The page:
Dhaka: Each time he hears of the latest deadly machete attack, Ashraful Islam can’t help but think of his father’s gruesome murder and fear his fellow Sufi Muslims will never be safe again in Bangladesh. “The killings are not declining, they’re getting worse. And every one reminds me what happened to my father,” said the 30-year-old medical student. “I’ve no idea why they are doing this but if they aren’t stopped then our future is doomed, we’ll become another Pakistan.”

Islamists have claimed responsibility for around 40 killings in the last three years of foreigners, secular bloggers, gay activists, Hindus and Christians. Many have been slaughtered with machetes.

But no group has suffered as much as Sufis, an offshoot of mainstream Islam whose followers are often denounced as “infidels” for their mystical traditions, including worshipping at shrines.

Fourteen have died since December 2014 in religiously motivated attacks, including Islam’s father Khizir Khan.

More than 100,000 Sufis are expected in Dhaka tomorrow to attend an annual congregation, which this year is both a celebration and an act of defiance. It comes less than a month after local Sufi leader Mohammad Shahidullah was found hacked to death under a mango tree in the northwestern Rajshahi district.

The deep wounds in his neck echoed Khan’s murder last October when he was killed by suspected members of banned Islamist militant group Jamayetul Mujahideen Bangladesh (JMB).

Khan had around 2,000 followers, many of whom would turn up at weekly prayers at the family home in Dhaka.

On the night of his killing, he had arranged to meet prospective tenants for a vacant apartment underneath the family’s own flat. But he went downstairs to an ambush by a gang who cornered him in a bathroom and then hacked at his neck until he bled to death.

The killers then burst into the upstairs living-room, tying up Khan’s family, who later managed to escape. “It was my mother who discovered the body in the bathroom. The head was partially severed.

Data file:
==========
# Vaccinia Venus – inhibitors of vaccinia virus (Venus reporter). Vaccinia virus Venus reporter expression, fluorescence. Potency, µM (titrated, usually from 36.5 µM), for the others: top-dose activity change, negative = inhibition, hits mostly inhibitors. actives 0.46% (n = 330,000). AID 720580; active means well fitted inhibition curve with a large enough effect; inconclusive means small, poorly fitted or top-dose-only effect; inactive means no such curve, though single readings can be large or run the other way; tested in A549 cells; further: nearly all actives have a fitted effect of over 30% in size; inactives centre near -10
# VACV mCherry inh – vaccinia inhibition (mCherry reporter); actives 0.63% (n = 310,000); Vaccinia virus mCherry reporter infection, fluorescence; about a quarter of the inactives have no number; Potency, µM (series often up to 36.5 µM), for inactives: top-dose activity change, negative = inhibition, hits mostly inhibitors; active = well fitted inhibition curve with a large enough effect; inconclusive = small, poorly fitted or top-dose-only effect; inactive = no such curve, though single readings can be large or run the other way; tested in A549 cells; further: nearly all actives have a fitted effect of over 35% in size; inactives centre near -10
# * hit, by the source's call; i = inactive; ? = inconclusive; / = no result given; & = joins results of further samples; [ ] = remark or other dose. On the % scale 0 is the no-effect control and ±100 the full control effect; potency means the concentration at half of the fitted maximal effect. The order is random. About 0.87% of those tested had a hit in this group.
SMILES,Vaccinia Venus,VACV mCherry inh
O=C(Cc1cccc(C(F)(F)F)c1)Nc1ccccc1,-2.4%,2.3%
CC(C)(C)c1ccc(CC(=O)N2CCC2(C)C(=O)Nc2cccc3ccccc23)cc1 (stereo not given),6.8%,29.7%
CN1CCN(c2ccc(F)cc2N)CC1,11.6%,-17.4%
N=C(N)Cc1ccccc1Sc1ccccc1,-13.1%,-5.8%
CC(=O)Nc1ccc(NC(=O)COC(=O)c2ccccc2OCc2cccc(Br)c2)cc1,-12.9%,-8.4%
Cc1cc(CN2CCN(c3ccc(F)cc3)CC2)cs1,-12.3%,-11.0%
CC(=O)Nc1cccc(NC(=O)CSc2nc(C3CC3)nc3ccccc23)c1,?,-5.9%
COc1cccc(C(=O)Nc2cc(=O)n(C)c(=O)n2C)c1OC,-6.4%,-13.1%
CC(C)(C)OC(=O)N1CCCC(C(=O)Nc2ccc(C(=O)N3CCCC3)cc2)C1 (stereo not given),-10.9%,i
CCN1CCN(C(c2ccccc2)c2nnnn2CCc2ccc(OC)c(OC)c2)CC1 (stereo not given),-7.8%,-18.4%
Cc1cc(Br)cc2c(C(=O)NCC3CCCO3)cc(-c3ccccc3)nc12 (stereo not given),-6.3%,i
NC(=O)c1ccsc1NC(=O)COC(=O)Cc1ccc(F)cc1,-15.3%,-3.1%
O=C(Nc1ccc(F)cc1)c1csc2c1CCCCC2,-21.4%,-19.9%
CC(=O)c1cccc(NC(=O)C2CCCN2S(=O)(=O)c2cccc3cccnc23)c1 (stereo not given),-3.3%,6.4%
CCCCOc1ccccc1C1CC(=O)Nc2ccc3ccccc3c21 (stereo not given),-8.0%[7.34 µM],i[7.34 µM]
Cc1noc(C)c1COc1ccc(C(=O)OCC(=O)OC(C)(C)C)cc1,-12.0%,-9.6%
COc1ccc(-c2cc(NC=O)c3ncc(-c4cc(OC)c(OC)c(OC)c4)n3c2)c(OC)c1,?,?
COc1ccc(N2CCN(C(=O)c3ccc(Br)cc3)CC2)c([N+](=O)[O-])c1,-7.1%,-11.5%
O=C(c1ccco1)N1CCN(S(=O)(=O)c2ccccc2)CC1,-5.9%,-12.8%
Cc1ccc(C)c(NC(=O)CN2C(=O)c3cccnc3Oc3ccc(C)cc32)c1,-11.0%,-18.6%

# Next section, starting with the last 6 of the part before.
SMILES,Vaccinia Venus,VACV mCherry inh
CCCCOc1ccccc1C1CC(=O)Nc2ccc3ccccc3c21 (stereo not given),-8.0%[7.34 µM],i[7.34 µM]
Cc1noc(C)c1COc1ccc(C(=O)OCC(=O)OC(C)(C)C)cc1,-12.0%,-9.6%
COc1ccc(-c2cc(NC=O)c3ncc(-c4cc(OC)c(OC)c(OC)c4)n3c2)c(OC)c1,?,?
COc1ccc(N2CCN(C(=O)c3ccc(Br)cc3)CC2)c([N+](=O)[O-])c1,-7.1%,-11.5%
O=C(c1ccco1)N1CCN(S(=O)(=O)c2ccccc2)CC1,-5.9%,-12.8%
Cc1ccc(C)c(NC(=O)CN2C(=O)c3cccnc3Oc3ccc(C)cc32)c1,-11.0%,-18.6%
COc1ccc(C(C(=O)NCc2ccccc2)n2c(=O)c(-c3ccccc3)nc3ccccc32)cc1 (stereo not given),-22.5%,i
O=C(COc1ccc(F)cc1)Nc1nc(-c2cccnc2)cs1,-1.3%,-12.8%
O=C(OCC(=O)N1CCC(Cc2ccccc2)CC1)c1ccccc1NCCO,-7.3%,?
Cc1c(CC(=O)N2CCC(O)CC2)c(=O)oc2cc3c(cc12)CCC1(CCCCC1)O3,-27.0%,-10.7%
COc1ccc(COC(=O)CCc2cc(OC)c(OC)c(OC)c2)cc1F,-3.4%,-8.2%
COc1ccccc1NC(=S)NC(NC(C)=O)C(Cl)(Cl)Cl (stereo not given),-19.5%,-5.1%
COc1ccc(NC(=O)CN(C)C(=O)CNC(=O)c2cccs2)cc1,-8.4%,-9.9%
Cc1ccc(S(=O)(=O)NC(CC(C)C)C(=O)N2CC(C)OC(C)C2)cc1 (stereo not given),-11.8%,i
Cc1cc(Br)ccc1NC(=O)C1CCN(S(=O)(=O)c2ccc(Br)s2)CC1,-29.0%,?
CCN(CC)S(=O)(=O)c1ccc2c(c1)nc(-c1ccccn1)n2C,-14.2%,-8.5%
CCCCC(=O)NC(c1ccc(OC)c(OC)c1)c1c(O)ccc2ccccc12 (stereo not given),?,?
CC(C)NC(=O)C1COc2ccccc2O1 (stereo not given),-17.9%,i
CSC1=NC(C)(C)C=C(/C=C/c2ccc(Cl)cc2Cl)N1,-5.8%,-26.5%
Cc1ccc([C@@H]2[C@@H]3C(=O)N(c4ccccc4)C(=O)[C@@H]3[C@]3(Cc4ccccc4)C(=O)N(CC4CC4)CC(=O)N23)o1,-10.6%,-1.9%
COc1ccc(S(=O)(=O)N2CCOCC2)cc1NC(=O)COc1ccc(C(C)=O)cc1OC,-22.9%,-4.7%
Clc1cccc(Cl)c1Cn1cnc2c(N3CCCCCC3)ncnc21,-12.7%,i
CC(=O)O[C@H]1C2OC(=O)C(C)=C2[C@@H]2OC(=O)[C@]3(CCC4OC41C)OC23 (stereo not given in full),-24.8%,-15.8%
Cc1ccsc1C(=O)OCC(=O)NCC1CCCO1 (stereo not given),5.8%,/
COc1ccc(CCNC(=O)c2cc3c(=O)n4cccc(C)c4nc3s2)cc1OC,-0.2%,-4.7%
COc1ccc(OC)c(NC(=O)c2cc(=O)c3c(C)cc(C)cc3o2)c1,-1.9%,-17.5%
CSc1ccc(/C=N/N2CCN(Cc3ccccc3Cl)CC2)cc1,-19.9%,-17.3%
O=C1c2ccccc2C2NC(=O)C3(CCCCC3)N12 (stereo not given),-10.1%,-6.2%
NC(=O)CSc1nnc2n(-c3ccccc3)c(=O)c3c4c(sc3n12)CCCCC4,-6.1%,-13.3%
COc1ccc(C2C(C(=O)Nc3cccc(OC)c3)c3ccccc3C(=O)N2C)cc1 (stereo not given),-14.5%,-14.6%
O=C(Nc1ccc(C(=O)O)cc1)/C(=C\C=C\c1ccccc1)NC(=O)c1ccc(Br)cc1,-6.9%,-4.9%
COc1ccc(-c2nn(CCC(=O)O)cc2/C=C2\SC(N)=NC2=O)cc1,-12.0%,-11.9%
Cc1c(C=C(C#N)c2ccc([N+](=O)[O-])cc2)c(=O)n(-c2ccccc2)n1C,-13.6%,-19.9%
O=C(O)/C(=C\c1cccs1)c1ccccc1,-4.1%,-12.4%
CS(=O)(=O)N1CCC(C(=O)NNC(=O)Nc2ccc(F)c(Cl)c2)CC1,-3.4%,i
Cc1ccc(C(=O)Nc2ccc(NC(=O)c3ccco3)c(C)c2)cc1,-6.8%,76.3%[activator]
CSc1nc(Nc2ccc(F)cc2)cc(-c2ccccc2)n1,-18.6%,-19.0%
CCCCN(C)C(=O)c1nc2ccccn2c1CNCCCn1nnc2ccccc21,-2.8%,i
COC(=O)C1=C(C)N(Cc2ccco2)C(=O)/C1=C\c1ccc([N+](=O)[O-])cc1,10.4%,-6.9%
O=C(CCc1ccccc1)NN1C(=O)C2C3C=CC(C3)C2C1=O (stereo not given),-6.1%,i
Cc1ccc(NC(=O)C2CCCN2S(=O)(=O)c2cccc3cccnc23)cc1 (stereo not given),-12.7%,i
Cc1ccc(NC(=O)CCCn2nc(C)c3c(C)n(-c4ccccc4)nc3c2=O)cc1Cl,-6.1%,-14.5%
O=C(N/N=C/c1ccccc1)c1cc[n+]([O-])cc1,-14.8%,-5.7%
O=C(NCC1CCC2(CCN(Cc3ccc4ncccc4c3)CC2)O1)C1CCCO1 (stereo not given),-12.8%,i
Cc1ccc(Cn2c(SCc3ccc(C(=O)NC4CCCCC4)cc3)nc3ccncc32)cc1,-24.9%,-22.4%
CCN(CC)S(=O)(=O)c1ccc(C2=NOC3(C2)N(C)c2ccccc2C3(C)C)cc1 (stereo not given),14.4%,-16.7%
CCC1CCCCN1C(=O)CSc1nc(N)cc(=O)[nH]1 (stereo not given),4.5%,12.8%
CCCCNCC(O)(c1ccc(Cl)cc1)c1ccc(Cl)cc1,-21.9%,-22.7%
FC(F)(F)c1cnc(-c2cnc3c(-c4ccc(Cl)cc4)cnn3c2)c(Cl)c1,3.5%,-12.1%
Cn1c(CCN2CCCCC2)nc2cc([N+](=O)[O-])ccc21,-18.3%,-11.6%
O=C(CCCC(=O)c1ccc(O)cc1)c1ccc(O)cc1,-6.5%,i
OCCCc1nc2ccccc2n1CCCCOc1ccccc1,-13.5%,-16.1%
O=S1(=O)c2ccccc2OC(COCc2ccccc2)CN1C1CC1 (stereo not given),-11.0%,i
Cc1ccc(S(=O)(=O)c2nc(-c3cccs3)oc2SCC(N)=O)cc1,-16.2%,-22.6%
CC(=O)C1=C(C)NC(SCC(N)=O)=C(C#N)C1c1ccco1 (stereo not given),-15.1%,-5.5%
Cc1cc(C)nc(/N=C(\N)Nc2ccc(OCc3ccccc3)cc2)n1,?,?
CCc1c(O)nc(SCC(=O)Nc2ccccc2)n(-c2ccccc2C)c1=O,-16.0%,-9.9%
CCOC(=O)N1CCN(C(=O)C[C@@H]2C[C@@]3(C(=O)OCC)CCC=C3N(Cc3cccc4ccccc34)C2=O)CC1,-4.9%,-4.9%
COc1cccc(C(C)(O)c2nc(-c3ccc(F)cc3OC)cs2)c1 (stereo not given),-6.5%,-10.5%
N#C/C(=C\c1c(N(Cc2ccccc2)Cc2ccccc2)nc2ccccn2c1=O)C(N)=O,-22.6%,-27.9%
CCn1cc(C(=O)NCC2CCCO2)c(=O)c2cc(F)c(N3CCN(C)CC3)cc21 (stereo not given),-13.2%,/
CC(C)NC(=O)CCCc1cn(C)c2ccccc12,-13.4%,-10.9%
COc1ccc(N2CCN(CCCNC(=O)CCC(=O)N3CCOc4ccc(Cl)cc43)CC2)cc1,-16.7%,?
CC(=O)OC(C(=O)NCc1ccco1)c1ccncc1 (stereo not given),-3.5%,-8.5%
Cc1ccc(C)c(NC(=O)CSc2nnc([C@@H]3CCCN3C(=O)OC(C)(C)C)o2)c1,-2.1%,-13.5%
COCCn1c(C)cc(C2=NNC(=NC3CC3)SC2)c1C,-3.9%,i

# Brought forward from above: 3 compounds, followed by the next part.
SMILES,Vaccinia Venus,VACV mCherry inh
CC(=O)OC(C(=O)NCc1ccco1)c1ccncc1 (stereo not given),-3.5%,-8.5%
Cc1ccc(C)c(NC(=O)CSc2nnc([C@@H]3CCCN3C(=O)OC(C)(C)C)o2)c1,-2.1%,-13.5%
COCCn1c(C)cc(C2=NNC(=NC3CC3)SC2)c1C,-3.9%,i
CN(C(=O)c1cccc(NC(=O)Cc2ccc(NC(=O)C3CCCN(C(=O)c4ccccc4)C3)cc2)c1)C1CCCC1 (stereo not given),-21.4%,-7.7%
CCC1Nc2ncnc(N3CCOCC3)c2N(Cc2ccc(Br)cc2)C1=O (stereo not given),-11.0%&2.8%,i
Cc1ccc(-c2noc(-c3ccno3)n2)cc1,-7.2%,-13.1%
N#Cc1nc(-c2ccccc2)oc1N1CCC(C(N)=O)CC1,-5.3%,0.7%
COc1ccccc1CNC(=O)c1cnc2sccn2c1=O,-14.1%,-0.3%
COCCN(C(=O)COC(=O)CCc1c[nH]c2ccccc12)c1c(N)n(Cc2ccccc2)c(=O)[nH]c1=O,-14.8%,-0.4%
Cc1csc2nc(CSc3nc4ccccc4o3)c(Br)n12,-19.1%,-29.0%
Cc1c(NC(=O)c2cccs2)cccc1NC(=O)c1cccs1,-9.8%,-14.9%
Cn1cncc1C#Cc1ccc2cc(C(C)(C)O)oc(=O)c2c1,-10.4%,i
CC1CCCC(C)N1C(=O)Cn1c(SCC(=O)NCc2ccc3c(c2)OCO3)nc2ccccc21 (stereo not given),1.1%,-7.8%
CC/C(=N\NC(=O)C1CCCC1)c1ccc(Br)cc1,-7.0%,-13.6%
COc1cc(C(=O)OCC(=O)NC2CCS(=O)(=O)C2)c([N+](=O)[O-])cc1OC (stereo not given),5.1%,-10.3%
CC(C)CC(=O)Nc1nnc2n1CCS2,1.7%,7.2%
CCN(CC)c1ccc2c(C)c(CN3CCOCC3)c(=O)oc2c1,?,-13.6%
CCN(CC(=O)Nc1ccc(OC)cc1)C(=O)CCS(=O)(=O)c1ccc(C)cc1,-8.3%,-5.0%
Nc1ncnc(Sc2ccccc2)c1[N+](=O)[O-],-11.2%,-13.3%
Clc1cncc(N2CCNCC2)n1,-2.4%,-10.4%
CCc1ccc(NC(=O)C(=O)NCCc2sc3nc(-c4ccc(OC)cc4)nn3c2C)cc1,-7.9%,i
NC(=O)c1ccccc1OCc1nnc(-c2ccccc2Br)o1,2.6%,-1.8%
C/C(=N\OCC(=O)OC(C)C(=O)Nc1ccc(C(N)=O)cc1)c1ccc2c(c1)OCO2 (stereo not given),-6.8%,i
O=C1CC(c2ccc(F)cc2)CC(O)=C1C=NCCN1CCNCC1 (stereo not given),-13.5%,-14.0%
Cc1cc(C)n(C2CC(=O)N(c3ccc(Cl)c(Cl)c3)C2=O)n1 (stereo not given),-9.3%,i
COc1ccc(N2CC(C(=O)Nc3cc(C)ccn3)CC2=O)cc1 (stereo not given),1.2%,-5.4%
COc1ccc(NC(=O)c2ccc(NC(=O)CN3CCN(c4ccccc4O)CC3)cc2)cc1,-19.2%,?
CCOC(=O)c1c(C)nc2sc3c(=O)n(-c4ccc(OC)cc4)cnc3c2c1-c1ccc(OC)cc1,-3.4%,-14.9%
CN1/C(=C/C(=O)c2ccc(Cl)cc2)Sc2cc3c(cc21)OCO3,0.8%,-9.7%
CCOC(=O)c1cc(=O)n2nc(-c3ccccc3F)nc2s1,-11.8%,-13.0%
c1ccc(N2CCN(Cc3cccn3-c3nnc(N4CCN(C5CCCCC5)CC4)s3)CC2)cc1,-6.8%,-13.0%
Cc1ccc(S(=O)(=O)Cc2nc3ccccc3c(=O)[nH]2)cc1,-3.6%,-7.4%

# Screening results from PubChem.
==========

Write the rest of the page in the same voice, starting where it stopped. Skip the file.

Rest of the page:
“It was such a shocking thing. Every now and then my mother still breaks down.” Police soon arrested five suspects who allegedly told investigators it was their “religious duty” to kill Khan.

No-one has yet to be convicted for the killing and there have been few arrests in the other murders.

Most have been claimed by the likes of JMB or international jihadists such as the Islamic State organisation or Al-Qaeda’s South Asia wing.

While more than 90 per cent of Bangladesh’s 160 million population are Muslims, it is an avowedly secular state. For most of the first four decades after winning the 1971 independence war with Pakistan, Bangladesh had a reputation for religious tolerance and Sufi Muslim services drew tens of millions of worshippers.

deccanchronicle.com/world/neighbours/030616/sufi-muslims-live-in-constant-fear-in-machete-happy-bangladesh.html

 

Afghanistan dismiss skills endorsement of Taliban chief by Pakistan’s Sami-ul-Haq

Thu Jun 02 2016

An influential Pakistani religious scholar who was once labeled as the ‘Father of Taliban’ has endorsed the war skills of the newly-appointed Taliban chief.

The Afghan defense officials dismissed the skills endorsement by Sami-ul-Haq and said the Mullah Haibatullah Akhundzada is neither a religious cleric nor he has skills in military.

A spokesman for the Ministry of Defense Dawlat Waziri said Mullah Akhundzada would not kill the civilians if he was a military expert and had religious knowledge.

Sami-ul-Haq warned that Afghanistan would see a surge in violence following the ascension of new Taliban leader Mullah Haibatullah.

“Those who think that Haibatullah is a mere cleric and a seminary preacher will soon bear witness to his skill as a militant commander,” he told Dawn after a Defence of Pakistan Council (DPC) meeting in the capital on Monday.

He blamed the United States for the persistent violence and said “It was America that resorted to violence again; the assassination of Mullah Mansour is nothing short of murder.”